Imagined Politics: How Different Media Platforms Transport Citizens Into Political Narratives

Bryan McLaughlin, John A. Velez

Research output: Contribution to journalArticlepeer-review

14 Scopus citations


This article examines political transportation—the construction of mental models that represent a political world and result in the absorption and positioning of oneself within the constructed world. Specifically, we propose that when citizens become immersed in the political narrative crafted by a politician, they become more likely to see the political world as personally relevant and, subsequently, become more committed to supporting that candidate. Further, the degree of political immersion should depend upon which media platform a campaign message is delivered through. These expectations were tested using an experiment where partisans were exposed to a campaign message delivered in the form of a television ad, a political e-mail, or a series of tweets. Results demonstrate that Twitter was the least likely to lead to political immersion. Further, results provide support for our theoretical model, where there is an indirect effect of campaign messages on political attitudes and behavior through immersion and perceived personal relevance. Taken together, this study demonstrates the utility of applying the concept of narrative transportation to politics.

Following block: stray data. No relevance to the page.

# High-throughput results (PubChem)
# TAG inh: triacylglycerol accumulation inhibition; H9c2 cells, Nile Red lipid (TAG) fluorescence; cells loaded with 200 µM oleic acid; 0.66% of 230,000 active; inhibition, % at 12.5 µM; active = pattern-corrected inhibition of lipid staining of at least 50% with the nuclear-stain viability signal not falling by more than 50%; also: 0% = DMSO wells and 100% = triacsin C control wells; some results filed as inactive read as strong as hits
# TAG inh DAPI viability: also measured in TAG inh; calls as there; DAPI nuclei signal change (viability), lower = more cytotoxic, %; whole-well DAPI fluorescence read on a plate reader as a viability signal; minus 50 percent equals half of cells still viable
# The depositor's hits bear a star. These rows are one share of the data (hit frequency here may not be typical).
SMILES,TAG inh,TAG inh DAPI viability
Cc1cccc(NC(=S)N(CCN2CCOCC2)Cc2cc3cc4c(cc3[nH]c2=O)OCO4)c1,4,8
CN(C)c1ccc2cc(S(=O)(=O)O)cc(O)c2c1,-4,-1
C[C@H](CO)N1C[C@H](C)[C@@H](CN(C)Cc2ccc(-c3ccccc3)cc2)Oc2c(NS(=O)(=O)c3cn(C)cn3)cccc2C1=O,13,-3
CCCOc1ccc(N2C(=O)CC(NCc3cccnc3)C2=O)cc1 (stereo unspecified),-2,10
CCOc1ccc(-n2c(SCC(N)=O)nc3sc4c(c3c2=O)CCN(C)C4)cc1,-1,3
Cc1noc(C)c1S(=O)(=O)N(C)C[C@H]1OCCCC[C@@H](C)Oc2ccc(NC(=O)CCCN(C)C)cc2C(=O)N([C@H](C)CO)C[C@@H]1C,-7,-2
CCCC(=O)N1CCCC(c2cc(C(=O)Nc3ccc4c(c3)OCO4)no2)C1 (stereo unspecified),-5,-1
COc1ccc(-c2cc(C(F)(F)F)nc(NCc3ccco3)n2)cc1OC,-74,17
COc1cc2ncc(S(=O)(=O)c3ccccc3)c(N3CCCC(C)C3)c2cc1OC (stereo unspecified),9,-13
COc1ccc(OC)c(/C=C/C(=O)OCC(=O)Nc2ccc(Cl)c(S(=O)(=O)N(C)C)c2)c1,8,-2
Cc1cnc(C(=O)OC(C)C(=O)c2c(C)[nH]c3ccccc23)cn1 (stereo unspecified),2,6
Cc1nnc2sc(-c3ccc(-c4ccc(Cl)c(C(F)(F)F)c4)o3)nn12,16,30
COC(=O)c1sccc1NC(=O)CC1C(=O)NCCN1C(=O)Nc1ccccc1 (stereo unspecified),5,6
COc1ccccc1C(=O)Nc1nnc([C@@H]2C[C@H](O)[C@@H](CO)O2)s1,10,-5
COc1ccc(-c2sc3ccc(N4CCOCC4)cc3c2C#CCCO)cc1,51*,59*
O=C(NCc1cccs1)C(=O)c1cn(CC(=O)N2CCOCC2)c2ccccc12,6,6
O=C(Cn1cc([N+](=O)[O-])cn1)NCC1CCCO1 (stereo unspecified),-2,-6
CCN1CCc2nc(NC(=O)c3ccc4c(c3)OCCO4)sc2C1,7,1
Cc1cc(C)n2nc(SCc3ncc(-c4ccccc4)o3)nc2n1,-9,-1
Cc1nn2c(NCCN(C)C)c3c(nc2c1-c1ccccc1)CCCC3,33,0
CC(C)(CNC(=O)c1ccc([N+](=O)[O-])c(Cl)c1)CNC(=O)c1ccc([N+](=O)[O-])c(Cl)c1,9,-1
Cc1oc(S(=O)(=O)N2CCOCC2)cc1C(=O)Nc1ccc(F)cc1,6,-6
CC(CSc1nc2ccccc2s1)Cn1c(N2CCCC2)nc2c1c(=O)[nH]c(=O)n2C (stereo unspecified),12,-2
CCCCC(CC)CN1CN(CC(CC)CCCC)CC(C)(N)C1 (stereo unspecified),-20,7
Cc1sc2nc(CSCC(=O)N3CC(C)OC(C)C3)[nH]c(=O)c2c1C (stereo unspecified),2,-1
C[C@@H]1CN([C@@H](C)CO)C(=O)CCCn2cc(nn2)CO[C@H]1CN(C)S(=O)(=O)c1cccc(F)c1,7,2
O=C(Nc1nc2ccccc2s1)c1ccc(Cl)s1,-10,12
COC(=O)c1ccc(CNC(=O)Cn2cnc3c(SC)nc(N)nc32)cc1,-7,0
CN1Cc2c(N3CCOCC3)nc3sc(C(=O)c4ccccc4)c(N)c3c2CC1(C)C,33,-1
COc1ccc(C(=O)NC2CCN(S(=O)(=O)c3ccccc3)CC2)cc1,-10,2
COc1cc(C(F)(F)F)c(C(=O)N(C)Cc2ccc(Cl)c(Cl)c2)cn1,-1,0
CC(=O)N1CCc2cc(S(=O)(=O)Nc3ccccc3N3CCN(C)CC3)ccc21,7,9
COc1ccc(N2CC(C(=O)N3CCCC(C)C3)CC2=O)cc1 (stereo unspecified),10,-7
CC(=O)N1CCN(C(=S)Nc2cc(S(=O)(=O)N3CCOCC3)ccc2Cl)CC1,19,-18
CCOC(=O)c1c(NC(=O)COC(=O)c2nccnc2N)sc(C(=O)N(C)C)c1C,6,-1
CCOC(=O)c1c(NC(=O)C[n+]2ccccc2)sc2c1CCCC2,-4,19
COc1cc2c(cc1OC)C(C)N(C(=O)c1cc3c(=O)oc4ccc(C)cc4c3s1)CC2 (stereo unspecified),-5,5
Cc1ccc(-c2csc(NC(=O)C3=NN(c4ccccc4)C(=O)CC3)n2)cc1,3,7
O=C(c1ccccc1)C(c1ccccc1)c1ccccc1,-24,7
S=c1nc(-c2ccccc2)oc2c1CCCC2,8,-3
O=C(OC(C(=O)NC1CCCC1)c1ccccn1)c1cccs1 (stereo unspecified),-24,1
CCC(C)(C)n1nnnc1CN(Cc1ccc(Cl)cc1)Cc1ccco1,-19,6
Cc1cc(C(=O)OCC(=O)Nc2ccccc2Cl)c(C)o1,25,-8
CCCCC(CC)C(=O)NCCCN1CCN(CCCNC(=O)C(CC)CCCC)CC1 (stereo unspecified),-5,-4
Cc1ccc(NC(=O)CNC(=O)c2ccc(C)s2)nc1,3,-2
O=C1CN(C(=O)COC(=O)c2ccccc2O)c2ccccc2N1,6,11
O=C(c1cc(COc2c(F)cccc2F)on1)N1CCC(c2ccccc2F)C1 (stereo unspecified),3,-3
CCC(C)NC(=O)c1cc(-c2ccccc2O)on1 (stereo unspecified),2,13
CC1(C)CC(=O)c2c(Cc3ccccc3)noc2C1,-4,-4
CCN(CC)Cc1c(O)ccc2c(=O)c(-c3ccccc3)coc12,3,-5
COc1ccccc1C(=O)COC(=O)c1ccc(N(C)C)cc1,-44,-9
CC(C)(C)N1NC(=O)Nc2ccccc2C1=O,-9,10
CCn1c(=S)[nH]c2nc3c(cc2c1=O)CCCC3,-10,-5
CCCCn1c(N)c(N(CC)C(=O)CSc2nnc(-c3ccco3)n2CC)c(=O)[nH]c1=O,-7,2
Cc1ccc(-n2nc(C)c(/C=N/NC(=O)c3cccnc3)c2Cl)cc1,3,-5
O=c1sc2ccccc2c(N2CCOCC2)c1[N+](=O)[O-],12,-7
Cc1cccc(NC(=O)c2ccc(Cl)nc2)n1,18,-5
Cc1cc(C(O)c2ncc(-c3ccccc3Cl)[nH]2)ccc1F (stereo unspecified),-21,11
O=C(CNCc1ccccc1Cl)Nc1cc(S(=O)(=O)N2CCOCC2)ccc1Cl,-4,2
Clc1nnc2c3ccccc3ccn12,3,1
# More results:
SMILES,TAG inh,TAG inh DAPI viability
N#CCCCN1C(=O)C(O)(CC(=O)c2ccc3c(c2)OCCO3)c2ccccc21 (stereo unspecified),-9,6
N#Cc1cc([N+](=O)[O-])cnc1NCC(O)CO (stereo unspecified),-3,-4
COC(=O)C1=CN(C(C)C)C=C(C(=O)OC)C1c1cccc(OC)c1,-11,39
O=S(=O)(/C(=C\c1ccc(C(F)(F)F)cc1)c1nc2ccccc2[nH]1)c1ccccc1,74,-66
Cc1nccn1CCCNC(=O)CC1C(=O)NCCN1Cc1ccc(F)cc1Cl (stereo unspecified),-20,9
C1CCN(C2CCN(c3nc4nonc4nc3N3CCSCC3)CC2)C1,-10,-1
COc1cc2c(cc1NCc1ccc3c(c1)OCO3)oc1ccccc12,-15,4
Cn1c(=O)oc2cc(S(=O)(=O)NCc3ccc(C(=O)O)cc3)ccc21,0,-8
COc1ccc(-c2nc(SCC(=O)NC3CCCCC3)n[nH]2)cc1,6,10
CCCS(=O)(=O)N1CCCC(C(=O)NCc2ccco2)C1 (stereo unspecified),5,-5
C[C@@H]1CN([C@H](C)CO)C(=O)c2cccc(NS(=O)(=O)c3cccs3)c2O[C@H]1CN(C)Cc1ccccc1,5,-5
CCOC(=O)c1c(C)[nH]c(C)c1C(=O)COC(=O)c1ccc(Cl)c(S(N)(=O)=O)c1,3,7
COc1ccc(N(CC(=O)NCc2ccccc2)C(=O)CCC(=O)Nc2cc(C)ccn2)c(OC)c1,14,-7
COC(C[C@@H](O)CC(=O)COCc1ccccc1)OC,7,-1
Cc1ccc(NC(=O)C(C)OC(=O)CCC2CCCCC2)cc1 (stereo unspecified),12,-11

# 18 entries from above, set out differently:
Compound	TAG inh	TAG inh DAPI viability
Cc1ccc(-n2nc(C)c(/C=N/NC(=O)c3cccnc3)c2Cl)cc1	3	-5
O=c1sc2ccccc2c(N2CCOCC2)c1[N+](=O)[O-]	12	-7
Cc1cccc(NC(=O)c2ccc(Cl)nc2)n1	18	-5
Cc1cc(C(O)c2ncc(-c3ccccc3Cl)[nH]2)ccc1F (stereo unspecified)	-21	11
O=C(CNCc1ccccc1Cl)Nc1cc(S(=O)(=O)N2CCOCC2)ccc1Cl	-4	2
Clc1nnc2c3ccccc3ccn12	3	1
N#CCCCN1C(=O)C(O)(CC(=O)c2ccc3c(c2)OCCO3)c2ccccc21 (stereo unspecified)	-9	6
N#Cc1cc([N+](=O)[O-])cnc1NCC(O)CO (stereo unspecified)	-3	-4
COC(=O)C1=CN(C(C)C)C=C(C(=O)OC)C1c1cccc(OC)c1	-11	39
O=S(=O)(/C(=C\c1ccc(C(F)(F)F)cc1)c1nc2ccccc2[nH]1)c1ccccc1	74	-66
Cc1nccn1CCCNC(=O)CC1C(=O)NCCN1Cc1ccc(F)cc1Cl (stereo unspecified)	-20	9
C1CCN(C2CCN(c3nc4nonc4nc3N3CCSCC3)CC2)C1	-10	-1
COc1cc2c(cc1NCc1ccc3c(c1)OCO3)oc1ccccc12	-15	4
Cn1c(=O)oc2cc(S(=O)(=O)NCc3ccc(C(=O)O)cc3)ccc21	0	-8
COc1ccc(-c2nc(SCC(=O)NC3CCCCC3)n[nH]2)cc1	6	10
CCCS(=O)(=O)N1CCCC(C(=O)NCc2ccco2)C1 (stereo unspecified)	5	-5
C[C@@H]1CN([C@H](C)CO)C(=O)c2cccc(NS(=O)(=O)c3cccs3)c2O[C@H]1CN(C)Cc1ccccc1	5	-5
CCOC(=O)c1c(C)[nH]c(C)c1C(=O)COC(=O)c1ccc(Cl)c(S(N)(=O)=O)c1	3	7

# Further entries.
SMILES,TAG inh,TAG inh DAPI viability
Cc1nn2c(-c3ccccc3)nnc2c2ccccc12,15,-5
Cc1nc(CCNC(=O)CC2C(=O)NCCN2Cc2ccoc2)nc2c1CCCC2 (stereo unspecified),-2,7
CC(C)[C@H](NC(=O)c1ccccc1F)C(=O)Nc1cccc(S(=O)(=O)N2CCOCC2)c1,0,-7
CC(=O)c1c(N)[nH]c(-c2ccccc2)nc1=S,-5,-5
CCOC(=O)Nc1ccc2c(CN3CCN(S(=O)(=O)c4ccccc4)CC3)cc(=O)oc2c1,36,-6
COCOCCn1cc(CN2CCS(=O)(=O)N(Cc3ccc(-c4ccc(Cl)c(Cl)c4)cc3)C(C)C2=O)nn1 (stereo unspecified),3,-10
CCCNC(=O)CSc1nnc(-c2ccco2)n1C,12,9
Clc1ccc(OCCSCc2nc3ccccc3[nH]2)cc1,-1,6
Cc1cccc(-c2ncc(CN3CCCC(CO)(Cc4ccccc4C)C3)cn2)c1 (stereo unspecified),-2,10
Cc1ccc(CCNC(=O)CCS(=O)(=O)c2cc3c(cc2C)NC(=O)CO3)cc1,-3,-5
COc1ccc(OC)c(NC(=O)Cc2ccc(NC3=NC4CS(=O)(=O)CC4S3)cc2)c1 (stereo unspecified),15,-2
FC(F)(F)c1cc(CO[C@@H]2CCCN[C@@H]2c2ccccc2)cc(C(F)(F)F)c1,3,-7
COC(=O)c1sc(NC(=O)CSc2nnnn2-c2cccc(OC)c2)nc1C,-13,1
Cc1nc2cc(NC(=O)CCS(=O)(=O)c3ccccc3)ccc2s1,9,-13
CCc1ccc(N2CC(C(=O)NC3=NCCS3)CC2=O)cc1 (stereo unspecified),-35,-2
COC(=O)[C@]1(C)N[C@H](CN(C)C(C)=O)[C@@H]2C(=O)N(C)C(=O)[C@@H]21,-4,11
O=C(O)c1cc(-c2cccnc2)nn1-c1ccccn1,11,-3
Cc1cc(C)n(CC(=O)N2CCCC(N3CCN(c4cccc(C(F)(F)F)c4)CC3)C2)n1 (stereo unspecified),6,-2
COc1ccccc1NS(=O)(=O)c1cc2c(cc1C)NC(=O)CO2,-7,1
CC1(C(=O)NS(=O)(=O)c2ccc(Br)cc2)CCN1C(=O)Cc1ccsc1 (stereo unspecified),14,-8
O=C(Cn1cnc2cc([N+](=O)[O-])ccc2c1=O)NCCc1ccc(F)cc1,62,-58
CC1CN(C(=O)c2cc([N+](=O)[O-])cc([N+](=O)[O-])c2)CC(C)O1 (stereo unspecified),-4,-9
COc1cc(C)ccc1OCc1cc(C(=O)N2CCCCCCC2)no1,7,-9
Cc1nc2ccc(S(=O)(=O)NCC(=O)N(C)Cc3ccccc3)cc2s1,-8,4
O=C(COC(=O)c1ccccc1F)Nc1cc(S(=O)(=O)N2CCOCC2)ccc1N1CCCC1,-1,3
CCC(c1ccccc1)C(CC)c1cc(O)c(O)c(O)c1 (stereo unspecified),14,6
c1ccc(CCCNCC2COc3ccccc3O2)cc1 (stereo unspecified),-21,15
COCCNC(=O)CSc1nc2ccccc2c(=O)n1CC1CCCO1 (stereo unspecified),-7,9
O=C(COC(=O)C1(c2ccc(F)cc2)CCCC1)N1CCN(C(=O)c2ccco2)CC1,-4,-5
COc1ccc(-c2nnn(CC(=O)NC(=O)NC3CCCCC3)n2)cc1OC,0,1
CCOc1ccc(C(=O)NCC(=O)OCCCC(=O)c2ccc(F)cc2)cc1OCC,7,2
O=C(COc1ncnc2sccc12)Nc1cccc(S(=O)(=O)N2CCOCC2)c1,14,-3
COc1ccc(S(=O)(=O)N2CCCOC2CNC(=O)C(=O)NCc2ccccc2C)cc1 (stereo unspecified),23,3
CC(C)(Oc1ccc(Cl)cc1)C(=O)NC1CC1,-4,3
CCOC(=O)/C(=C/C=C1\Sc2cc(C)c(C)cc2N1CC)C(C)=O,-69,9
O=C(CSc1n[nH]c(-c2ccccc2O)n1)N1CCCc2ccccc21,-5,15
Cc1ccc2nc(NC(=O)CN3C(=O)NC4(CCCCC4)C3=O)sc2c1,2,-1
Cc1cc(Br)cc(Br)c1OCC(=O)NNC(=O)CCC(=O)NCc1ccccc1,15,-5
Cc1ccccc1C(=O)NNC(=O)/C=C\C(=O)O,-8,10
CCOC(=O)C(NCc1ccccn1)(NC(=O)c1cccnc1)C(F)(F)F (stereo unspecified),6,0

Original languageEnglish
Pages (from-to)22-37
Number of pages16
JournalSocial Science Computer Review
Issue number1
StatePublished - Feb 1 2019


  • Twitter
  • narrative transportation
  • political advertising
  • political campaigns
  • political e-mails
  • political transportation


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